It’s alarming to see your child hit their playmate, and shocking to feel a toddler’s slap. As upsetting as it is, especially if your little one hits frequently, stay calm. You’re not alone. Most parents know exactly what you’re experiencing. Nobody is happy when it’s their child disturbing peaceful play dates. Thankfully, hitting usually stops as parents model better skills to help their children cope with frustration. Here’s how to teach your child to stop hitting, at the toddler and preschooler stages.
How to Stop Toddler from Hitting
In order to help a child stop hitting, consider the reasons behind their actions. Toddlers 2 and under typically hit out of fear, as a reaction to stimuli, or just to experiment.
Calm Their Fears
We are hard-wired to fend off anything that’s seen as a threat. Fight-Flight-Freeze is a built-in survival response protecting us from danger, real or imagined. When fear elicits a fight reaction in toddlers, their response might be hitting, pushing, or other seemingly aggressive actions. Stay close to your toddlers in new environments. Reassure them as they explore. Watch for signs of uncertainty, and remind them that you’re right there, looking out for their needs.
If you miss the cues, and your toddler hits someone, make sure the other child is okay and has a parent or caretaker to help calm them. Then, gently reassure and calm your child. Remind them of a good boundary, such as, “We use gentle hands with our friends.” Have a Time In with your toddler, staying close and calm, to help them regulate their big feelings and emotions before they are ready to return to the group.
Redirect Those Hands
Toddlers may hit as a reaction to overstimulation, or whack at another child who has hit them first. In these situations, redirect any would-be hits toward nonviolent action, such as petting a stuffed animal or knocking down a wooden block tower. If an environment is too overwhelming, find another place to play; avoid triggers that lead to hitting.
Model Gentle Touch
Toddlers might start hitting as an outlet for their frustration or to see what will happen when they hit. They learn to calm the urge to hit from adult caretakers modeling gentle touching. For example, if your child hits you when you take something away, you might gently pat their arm and show how to softly pat where they hit you. If they’re able to listen, say:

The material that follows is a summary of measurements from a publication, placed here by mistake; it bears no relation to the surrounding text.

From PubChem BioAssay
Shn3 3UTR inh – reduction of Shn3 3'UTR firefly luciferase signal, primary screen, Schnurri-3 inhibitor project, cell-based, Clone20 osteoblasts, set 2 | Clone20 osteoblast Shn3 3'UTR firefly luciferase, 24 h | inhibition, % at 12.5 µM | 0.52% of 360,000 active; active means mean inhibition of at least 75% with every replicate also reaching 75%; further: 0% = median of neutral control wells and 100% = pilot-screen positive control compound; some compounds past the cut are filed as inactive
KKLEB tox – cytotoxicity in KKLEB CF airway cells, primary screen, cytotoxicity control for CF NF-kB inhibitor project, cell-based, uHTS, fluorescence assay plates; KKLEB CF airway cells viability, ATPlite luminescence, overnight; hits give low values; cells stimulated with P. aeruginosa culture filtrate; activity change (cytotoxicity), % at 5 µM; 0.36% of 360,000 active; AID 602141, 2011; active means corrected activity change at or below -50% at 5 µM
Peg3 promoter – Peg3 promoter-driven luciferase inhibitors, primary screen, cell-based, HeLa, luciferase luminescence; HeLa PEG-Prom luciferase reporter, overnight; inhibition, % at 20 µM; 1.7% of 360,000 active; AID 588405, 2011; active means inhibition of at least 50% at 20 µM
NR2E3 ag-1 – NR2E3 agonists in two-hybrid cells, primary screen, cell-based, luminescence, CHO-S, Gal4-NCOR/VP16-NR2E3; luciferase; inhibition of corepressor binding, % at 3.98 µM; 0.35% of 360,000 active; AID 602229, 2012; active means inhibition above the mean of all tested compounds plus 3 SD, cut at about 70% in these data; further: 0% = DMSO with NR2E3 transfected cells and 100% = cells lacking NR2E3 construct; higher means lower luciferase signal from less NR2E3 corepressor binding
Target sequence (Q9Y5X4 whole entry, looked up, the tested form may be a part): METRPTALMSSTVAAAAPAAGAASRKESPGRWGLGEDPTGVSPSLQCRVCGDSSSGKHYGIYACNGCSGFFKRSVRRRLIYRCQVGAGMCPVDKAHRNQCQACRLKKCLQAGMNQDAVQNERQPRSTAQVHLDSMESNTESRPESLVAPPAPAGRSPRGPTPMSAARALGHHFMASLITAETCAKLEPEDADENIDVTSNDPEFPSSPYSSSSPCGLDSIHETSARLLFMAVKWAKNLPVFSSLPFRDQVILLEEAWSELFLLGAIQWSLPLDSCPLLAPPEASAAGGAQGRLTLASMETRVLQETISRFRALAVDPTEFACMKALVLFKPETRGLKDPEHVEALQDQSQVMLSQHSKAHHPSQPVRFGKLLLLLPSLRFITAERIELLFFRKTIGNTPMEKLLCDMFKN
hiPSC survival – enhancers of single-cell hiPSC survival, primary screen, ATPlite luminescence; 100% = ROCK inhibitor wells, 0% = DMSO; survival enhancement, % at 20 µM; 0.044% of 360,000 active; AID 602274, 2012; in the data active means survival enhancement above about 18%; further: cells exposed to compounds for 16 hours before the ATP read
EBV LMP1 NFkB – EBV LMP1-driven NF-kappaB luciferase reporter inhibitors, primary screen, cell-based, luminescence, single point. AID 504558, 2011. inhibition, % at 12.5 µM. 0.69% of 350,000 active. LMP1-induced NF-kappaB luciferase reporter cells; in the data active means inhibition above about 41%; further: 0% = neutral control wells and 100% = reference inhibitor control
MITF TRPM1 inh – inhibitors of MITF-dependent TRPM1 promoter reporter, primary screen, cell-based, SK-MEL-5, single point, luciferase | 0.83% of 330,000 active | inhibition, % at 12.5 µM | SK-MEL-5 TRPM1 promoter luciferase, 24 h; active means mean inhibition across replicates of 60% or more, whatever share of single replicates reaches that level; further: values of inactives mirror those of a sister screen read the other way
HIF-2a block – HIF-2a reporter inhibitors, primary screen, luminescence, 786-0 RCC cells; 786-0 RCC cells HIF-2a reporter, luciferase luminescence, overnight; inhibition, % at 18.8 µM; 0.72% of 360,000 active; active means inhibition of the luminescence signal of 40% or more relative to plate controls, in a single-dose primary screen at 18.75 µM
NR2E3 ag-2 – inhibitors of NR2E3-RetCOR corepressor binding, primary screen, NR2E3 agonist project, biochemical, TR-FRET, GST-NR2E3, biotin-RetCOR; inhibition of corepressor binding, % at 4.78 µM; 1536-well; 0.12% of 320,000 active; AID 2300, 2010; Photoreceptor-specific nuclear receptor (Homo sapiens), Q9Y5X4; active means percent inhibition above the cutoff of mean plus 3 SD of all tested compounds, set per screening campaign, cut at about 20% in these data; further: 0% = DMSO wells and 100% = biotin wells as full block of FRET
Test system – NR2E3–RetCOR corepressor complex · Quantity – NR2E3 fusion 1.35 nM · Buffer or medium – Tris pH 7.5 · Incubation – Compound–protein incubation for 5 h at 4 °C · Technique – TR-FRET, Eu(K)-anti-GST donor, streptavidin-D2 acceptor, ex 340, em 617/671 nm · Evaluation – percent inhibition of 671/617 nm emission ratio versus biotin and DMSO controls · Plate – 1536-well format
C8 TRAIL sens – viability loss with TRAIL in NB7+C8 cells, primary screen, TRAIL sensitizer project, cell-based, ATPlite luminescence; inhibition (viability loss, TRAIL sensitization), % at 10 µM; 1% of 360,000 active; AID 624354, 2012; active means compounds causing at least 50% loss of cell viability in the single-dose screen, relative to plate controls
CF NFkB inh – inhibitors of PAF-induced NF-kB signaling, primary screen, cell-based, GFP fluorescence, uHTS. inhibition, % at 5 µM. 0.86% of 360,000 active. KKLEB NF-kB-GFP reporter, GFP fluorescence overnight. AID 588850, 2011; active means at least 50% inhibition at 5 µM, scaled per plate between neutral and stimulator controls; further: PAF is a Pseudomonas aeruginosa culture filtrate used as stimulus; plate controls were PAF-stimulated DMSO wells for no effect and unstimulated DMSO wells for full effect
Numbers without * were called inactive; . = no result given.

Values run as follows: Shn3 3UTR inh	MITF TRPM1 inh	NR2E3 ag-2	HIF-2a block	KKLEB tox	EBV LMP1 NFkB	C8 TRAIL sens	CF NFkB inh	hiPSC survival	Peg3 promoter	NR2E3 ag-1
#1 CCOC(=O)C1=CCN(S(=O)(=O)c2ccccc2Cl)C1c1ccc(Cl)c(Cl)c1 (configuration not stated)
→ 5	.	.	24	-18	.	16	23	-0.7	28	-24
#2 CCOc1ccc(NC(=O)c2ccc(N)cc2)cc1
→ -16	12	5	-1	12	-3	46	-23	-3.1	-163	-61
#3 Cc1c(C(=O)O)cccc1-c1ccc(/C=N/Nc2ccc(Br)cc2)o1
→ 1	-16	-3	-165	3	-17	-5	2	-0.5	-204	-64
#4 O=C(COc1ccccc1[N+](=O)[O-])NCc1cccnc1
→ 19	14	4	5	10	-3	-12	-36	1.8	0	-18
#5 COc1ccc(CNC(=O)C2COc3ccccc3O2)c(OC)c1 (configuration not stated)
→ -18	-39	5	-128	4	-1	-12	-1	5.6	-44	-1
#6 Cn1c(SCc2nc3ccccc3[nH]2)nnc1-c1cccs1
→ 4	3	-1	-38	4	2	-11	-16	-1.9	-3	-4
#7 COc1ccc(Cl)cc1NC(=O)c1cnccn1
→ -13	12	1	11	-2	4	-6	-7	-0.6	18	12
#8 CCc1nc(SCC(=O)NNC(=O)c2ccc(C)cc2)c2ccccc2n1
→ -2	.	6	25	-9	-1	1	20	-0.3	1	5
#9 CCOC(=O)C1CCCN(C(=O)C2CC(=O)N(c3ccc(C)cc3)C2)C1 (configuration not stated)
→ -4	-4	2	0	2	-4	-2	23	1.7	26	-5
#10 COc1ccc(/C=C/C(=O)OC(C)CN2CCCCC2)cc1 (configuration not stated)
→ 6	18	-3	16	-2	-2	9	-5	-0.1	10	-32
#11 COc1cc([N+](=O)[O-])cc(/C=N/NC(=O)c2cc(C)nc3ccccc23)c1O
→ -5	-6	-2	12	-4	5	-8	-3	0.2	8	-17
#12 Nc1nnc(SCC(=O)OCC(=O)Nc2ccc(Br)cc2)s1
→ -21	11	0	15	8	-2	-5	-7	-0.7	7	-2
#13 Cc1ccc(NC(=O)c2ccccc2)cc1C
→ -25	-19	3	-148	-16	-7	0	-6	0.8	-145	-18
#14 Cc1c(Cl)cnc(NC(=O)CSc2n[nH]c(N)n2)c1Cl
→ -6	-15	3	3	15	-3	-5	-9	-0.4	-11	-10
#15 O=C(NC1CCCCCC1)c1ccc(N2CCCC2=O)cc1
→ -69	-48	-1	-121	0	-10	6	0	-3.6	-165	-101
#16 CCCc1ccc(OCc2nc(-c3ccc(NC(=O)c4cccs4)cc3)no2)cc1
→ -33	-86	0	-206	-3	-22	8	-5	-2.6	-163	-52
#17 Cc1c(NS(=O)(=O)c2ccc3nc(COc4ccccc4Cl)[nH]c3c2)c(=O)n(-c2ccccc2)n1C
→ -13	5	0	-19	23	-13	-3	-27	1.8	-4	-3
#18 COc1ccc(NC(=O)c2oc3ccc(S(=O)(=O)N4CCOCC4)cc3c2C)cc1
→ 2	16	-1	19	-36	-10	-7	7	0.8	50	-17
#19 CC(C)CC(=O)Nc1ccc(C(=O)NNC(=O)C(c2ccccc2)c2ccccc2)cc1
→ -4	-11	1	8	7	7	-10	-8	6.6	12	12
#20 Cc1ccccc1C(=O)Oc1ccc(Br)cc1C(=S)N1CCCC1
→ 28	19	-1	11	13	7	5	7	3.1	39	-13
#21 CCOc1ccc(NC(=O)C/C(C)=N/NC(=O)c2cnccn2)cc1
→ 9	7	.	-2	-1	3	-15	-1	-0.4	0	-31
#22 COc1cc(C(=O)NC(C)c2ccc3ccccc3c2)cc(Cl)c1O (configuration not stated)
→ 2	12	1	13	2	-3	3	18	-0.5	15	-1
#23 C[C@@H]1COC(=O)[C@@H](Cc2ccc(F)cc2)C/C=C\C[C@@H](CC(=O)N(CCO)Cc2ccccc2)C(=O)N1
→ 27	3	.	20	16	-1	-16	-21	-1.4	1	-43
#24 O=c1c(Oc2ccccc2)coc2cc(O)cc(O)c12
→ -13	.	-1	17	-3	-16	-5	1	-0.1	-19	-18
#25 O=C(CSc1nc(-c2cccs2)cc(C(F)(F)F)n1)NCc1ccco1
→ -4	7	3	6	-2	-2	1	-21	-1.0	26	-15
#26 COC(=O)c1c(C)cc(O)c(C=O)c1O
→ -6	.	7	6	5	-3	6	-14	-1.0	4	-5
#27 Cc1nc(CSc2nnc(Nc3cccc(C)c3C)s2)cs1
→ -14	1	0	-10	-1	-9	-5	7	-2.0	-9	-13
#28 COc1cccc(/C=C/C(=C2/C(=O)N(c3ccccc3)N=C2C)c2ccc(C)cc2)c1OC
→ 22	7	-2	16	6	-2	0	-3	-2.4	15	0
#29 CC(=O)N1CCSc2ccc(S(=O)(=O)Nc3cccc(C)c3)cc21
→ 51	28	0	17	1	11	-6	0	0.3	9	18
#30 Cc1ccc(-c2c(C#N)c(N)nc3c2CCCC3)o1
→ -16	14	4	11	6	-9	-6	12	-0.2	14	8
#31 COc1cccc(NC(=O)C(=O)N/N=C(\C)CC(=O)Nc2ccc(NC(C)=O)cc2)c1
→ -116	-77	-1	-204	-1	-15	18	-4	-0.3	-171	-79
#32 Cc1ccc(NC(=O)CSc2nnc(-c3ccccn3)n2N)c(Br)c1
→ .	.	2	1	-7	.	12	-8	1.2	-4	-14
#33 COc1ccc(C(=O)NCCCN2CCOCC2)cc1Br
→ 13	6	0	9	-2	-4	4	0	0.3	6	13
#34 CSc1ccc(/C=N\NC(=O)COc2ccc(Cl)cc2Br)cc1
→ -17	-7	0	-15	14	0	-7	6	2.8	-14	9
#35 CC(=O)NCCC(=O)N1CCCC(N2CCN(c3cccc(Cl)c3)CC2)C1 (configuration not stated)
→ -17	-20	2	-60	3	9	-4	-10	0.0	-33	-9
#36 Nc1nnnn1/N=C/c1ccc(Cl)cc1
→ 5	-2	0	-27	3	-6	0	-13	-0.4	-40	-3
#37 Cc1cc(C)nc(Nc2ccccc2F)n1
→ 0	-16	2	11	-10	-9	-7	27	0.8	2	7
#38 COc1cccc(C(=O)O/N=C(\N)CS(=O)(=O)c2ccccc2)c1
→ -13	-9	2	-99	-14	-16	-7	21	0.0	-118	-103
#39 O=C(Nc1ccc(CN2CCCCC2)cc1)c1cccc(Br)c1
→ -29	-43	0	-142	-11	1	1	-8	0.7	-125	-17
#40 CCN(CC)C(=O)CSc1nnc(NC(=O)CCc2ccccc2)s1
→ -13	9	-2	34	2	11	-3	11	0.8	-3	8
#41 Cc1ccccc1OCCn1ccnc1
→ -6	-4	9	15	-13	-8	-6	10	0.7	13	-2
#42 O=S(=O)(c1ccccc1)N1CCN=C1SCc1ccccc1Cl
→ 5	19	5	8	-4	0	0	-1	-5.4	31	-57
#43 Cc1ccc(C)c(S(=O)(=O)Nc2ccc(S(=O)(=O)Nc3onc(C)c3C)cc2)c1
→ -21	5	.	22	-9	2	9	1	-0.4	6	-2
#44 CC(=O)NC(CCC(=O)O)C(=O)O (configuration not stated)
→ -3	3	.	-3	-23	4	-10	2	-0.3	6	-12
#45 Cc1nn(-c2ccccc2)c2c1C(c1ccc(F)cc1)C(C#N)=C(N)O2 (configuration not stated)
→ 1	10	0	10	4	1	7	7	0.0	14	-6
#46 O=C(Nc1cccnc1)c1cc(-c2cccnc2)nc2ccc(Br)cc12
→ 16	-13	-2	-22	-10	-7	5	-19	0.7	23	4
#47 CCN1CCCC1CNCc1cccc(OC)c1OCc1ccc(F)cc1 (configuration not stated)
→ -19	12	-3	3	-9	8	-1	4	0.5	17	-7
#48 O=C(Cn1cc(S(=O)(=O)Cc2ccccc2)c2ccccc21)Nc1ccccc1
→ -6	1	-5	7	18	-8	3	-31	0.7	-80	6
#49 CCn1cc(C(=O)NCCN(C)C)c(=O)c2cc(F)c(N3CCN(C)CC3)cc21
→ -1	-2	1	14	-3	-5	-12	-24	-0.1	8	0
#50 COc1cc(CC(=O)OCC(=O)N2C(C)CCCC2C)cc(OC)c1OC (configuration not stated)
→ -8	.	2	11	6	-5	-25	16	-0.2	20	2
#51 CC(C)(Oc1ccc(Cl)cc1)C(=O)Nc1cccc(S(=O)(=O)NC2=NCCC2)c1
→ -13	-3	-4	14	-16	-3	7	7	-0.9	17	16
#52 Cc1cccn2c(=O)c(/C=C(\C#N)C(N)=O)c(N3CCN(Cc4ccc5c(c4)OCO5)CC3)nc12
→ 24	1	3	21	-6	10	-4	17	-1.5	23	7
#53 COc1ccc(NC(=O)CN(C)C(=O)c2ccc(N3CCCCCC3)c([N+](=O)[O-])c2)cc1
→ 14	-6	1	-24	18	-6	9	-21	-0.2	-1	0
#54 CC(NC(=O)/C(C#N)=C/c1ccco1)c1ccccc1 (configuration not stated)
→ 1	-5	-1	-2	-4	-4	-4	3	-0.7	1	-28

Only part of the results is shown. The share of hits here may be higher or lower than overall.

“Look how gently I’m patting your hand. Can you pat Mommy’s hand so gently, too? Thank you. We use gentle hands in our family.”
With patience and consistency, you can stop a toddler from hitting.
Teach Your Child to Stop Hitting: Preschoolers
Because preschoolers (ages 3-5) have more vocabulary and better understanding, you can use a little more vocal direction with them than when you’re working with toddlers. Preschoolers also learn primarily from examples modeled in everyday life. They shouldn’t have to see adults or older children hitting others. They should frequently observe adults working together calmly, without frustration.
Usually, preschoolers quickly outgrow the hitting stage. But if hitting persists, try these tips.
Help Them Regulate
Frequently, preschoolers hit because they can’t control their impulses. Impulse control might be impaired by unrelated factors, such as exhaustion. It’s much easier for little ones to behave well when all their basic needs are met. Make sure your child is getting adequate rest, proper nutrition, and timely bathroom breaks throughout the day.
If your preschooler hits, don’t make them apologize before they’re ready. Take the time to ask your child how they are doing and meet their needs (such as potty break!). Then, remind them that we don’t hit others because it hurts them. When your child is calm, ask if they are ready to say they’re sorry to the friend they hurt.
Practice, Don’t Punish
Punishing preschoolers for hitting can backfire. Punishments increase their fears. Punitive actions, however mild they seem, can actually increase hitting. They give the child more to fear without helping them navigate what happened. Instead, practice time-ins and stay with your child. Outside of the difficult moment, use role-play to teach them what to do in a set up that might usually lead to hitting.
Role-play typical situations, such as another child taking their toy, to help them develop skills to stop hitting. Help your little one practice using words, asking mom or dad for help, or walking away. Switch places, and let them be the mom while you are the preschooler.
As you gently teach your child to stop hitting, you will gain confidence in your parenting skills and your child’s remarkable ability to grow and learn.
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